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SPIDERHEAD

What You Need To Know:

SPIDERHEAD is an entertaining, darkly comic, disturbing, thriller on Netflix. Steve Abnesti is a slick, charming and handsome billionaire pharmaceutical magnate who’s conducting his most radical experiments on his private, Jeffrey Epstein-style island. Steve oversees a private prison where they administer a wide array of dangerous mind-altering drugs to prison convicts who volunteered. However, one convict in the program, Jeff, sees a particularly gruesome end to one experiment and realizes he needs to escape and warn the world about what Steve is doing.

SPIDERHEAD is never boring and has a great soundtrack of bouncy 1970s and ‘80s pop classics creating humorous counterpoint to the onscreen action. The acting performances are also solid. However, SPIDERHEAD has lots of disturbing and immoral content, with two heavy sex scenes, lots of strong foul language and several scenes involving psychotic behavior, including a gruesome suicide. SPIDERHEAD is undeniably riveting to watch. It has an original plot with lots of twists. It also presents interesting questions about the ethics of pharmaceutical companies and the nature of forgiveness and earthly redemption. However, the negative content in SPIDERHEAD is excessive.

Content:

(BB, C, Ho, LLL, VVV, SS, AA, DD, MM):

Dominant Worldview and Other Worldview Content/Elements:
Strong moral worldview where a man convicted of drunk driving volunteers for an experimental drug program, but he expresses moral qualms throughout the movie and eventually takes a stand against the program and the movie has a strong moral lesson that one people shouldn’t rely on drugs to express forgiveness and redemption, but that the way to achieve those is through honest personal introspection, plus one scene involving the drug experiments involves a grotesque giant man covered in tattoos who hopes to engage in homosexual have sex with the hero, but the hero refuses

Foul Language:
At least 35 obscenities (including 19 “f” words), one JC profanity, three Jesus profanities, eight GD profanities, and three light profanities

Violence:
Very strong violence in one scene where dangerous behavior-affecting drugs are given to people, who sometimes lash into scary violent screaming fits, with one woman slitting her throat and dying with massive amounts of blood showing, and several strong punching and kicking fights and a car crash involving drunk driving in a flashback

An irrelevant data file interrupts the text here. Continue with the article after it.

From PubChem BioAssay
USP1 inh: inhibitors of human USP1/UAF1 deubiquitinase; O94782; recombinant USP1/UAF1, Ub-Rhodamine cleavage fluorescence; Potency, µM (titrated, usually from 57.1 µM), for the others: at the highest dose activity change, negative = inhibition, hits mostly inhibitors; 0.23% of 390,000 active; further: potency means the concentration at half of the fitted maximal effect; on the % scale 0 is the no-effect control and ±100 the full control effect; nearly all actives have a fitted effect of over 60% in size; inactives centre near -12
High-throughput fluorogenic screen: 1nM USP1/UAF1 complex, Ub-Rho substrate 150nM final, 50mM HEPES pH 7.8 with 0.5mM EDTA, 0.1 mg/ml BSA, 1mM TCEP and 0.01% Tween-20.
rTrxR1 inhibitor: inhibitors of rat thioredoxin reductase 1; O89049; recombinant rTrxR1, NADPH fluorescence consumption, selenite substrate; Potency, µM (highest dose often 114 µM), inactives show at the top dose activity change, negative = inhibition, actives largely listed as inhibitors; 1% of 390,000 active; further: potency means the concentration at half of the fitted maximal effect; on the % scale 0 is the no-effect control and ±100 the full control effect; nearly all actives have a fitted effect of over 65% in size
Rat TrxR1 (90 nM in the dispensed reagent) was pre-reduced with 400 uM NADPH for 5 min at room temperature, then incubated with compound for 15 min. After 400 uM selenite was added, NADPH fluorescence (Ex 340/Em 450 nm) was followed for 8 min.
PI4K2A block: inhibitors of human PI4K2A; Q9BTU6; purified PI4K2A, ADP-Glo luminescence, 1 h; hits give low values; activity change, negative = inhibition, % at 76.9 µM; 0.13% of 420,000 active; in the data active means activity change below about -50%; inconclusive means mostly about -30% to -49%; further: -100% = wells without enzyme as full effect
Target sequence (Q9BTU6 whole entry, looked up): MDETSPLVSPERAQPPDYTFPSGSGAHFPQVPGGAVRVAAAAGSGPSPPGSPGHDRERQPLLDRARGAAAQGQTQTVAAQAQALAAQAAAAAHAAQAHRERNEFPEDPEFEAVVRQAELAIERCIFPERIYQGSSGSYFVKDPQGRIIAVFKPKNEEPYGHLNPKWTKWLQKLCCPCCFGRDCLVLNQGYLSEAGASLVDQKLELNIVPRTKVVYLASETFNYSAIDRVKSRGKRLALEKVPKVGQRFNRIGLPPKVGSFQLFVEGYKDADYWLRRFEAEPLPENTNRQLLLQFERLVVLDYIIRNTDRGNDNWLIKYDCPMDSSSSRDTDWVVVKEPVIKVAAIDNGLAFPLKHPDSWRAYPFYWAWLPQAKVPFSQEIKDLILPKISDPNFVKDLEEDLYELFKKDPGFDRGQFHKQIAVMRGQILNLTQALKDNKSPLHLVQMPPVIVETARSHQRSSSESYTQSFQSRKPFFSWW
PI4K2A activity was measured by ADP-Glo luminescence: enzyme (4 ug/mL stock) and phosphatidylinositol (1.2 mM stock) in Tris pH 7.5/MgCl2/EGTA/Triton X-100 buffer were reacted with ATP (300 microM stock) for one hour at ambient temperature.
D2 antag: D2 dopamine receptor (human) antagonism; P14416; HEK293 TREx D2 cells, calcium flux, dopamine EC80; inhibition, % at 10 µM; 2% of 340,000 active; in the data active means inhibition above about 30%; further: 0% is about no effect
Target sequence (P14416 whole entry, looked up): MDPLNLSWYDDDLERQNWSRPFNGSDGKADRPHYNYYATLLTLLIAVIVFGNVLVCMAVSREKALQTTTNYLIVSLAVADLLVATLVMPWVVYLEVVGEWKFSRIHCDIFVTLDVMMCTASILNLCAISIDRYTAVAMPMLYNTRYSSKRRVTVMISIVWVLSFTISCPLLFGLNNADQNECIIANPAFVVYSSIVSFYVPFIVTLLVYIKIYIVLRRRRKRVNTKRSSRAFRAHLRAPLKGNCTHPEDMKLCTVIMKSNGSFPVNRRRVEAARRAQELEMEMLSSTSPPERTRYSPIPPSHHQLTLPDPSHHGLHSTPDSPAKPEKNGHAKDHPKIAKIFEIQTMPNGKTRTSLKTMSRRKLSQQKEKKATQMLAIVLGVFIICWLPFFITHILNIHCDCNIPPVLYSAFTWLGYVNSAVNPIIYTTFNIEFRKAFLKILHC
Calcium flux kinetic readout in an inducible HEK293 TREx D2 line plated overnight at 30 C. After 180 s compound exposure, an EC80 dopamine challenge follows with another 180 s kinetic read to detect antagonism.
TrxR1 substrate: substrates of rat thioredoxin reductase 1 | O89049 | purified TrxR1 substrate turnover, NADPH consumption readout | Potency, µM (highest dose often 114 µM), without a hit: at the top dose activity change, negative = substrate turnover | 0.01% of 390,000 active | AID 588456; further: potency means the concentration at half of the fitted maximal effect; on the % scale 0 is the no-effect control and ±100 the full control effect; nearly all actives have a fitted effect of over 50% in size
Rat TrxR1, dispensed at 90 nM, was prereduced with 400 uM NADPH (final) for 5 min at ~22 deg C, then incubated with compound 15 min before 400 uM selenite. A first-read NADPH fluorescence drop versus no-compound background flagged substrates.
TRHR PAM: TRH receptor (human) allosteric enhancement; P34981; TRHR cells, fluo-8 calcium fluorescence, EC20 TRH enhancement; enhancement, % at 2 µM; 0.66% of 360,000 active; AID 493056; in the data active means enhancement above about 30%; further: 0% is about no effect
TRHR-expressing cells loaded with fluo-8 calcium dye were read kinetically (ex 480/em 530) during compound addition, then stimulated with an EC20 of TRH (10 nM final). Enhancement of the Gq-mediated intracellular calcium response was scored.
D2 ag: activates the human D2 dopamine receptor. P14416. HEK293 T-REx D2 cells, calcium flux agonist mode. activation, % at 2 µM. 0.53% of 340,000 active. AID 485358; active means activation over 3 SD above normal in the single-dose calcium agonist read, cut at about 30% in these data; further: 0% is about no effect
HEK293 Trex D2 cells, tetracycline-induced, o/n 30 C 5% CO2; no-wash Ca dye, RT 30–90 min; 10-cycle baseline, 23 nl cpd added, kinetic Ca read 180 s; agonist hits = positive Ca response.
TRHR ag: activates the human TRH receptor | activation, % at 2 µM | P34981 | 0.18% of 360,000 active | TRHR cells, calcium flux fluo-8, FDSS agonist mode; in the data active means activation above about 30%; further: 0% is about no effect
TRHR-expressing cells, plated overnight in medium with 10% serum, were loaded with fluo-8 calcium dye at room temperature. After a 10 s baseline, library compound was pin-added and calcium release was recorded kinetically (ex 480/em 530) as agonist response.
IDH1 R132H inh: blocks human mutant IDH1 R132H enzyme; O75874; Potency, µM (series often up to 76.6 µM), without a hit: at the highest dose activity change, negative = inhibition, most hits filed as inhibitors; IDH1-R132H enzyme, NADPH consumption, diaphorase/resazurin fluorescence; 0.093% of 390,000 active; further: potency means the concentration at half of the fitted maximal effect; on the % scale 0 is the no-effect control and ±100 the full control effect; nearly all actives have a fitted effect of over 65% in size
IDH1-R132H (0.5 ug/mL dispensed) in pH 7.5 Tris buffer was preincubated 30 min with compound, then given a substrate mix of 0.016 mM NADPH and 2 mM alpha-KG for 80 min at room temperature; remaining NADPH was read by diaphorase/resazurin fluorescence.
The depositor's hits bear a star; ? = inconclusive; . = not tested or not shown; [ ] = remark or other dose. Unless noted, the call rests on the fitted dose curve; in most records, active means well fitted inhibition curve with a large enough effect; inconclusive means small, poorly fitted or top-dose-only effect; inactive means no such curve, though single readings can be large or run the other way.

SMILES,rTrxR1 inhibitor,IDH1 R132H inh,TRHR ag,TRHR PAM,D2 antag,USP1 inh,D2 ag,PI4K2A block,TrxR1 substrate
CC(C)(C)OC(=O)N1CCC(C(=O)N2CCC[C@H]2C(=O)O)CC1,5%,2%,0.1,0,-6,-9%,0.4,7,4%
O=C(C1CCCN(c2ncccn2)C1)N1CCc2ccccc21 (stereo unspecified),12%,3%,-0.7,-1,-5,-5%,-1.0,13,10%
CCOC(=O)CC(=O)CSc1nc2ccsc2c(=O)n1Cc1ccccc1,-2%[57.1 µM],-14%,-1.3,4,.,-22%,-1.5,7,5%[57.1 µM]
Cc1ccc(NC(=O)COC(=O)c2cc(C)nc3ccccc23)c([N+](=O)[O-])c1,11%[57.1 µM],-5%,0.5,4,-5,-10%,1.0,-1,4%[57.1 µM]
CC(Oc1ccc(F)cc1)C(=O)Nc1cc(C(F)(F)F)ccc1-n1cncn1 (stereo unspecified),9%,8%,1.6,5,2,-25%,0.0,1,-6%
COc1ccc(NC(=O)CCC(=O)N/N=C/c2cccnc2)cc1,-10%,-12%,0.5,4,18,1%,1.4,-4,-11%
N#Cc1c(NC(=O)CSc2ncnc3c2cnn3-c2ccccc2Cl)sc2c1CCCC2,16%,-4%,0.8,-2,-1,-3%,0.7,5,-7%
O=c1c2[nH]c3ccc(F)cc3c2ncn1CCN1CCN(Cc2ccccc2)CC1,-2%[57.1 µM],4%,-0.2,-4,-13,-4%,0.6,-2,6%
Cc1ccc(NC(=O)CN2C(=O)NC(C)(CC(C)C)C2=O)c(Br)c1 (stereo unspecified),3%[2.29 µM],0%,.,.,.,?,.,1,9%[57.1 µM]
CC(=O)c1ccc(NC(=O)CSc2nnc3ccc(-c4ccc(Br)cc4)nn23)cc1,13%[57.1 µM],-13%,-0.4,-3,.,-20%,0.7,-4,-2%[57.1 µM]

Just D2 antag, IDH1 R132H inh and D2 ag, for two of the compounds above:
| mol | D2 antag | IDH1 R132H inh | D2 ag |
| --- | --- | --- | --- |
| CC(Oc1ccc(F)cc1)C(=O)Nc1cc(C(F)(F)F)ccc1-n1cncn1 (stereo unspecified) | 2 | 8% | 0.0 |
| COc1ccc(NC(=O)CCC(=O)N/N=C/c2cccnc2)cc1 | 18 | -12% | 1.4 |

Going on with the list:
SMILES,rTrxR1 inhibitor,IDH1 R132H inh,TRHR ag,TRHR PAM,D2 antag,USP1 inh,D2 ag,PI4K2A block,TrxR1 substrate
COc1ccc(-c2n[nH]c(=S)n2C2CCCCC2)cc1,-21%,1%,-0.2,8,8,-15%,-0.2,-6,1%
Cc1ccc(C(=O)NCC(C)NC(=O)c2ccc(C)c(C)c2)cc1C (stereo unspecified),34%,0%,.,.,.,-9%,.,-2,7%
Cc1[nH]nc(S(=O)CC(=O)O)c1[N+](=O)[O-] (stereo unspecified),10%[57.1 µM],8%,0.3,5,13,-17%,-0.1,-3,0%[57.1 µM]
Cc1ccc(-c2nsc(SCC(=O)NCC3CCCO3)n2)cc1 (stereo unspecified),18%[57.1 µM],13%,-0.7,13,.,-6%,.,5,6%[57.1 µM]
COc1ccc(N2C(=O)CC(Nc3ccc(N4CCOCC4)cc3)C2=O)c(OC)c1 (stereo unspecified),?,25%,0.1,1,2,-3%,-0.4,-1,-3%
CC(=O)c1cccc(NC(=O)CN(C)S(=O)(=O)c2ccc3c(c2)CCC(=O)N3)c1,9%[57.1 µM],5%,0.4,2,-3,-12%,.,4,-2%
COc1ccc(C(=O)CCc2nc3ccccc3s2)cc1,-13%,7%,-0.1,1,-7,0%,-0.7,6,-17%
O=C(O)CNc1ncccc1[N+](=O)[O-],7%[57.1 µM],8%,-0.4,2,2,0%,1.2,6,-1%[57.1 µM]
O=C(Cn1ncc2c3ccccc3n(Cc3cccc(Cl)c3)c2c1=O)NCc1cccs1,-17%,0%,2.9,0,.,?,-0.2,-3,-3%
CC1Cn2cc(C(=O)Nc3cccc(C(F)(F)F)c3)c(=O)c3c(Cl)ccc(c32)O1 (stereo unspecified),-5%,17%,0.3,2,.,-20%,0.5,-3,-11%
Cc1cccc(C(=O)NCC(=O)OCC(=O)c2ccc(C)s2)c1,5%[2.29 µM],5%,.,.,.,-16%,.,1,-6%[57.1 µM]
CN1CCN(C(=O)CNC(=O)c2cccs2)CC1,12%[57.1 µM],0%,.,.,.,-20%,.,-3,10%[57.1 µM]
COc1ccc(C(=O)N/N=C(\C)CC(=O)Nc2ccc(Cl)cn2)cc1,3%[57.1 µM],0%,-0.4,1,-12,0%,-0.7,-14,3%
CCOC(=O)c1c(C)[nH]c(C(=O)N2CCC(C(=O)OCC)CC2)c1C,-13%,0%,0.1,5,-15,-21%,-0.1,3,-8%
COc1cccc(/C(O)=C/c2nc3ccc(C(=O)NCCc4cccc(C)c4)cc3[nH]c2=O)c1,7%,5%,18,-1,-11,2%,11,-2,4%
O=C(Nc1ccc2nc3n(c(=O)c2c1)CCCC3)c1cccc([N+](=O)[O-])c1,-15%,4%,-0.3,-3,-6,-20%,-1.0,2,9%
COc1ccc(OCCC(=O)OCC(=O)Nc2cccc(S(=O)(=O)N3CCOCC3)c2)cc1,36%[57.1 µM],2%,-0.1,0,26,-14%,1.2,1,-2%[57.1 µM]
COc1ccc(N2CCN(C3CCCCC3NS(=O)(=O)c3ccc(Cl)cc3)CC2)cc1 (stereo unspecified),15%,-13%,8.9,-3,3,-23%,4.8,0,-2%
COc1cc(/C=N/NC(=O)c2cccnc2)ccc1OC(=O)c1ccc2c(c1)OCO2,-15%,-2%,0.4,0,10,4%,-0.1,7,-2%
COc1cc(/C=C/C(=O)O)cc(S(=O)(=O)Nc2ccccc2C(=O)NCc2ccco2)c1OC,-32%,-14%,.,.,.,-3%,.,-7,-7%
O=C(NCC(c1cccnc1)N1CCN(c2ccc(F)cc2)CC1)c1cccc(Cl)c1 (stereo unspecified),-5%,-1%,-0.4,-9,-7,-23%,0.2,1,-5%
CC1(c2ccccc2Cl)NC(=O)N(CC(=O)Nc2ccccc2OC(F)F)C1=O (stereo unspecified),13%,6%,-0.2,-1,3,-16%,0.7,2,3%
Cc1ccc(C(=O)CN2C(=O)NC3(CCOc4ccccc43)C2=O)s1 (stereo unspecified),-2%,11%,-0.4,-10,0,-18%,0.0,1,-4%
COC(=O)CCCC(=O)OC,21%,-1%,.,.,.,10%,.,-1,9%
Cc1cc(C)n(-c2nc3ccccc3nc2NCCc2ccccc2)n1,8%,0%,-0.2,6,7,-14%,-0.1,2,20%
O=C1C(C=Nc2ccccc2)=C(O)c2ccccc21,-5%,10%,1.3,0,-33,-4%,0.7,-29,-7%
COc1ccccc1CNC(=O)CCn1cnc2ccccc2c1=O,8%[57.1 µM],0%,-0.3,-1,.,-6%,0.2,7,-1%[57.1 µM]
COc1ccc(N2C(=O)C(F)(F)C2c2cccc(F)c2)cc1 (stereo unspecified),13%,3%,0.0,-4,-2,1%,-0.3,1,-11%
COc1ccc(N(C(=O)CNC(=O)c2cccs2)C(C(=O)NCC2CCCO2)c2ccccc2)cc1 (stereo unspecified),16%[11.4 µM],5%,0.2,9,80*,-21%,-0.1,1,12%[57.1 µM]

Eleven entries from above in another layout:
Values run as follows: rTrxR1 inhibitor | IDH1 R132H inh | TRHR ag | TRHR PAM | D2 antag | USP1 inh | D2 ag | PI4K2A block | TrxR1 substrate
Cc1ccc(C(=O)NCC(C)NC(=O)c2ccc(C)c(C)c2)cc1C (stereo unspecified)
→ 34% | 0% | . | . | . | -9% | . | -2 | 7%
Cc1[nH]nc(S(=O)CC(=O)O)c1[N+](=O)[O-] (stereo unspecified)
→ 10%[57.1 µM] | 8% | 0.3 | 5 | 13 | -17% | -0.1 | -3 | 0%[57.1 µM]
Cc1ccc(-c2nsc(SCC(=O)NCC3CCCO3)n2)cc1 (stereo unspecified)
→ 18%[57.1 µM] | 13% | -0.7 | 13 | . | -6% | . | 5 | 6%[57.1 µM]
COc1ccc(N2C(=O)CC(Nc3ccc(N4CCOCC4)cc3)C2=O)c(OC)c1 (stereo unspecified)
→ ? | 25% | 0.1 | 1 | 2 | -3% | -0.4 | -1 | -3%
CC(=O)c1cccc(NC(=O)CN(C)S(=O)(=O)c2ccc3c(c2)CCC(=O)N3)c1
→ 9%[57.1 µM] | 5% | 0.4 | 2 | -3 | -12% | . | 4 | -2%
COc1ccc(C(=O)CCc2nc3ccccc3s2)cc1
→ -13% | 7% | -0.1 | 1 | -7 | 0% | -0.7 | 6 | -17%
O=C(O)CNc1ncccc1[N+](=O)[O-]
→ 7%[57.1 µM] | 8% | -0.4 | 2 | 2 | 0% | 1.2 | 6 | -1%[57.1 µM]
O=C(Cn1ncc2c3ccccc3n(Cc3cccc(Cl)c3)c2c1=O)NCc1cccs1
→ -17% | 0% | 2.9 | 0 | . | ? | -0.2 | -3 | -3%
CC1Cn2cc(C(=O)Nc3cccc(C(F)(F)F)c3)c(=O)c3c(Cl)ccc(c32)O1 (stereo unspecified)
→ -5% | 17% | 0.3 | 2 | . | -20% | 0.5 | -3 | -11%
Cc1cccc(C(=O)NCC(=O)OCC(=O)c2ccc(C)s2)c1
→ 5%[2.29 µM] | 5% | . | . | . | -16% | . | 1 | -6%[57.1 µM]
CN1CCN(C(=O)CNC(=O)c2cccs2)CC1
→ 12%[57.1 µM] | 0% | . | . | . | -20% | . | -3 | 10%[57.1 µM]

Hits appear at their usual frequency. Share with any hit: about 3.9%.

Sex:
Two major scenes of fornication with lots of physical thrusting, movement, shrieking, and moaning while people watch and record the scenes (one scene is somewhat visible to viewers, the other focuses on the woman’s head and shoulders), the sex partners are drugged with a drug that forces them to desire sex and act on it and when the drug wears off, they feel guilty, and in one scene, a grotesque giant man covered in tattoos is hoping to have sex with the hero character, who makes an absolute stand he won’t have sex with a man, and the supervisor relents and calls off the encounter

Nudity:
No explicit nudity, but there’s implied nudity in two scenes

Alcohol Use:
Several flashbacks show the hero getting drunk and driving long ago, with a crash killing a friend and his own girlfriend (this is shown with haunting regret, and the hero’s prison sentence is his punishment for the deaths)

Smoking and/or Drug Use and Abuse:
Experimental mind-altering drugs are forced on convicted prisoners throughout the movie, and two men get “high” by choice off one of the experimental drugs and are shown greatly enjoying it, but the experimental drugs overall are shown and discussed in extremely detrimental fashion; and,

Miscellaneous Immorality:
The villain is constantly deceiving and manipulating people while sometimes joking about the results.

More Detail:

SPIDERHEAD is an entertaining, darkly comic, yet disturbing, thriller on Netflix about a ruthless, deceptive billionaire pharmaceutical magnate who conducts twisted experiments on deceived prison convict, except for one prisoner who decides to fight back. SPIDERHEAD is never boring and has a great soundtrack, with a strong moral lesson about forgiveness, earthly redemption and taking a stand, but it has some strong violent scenes, depicted sex and lots of strong foul language, so its negative content is too excessive overall, despite the movie’s positive lessons.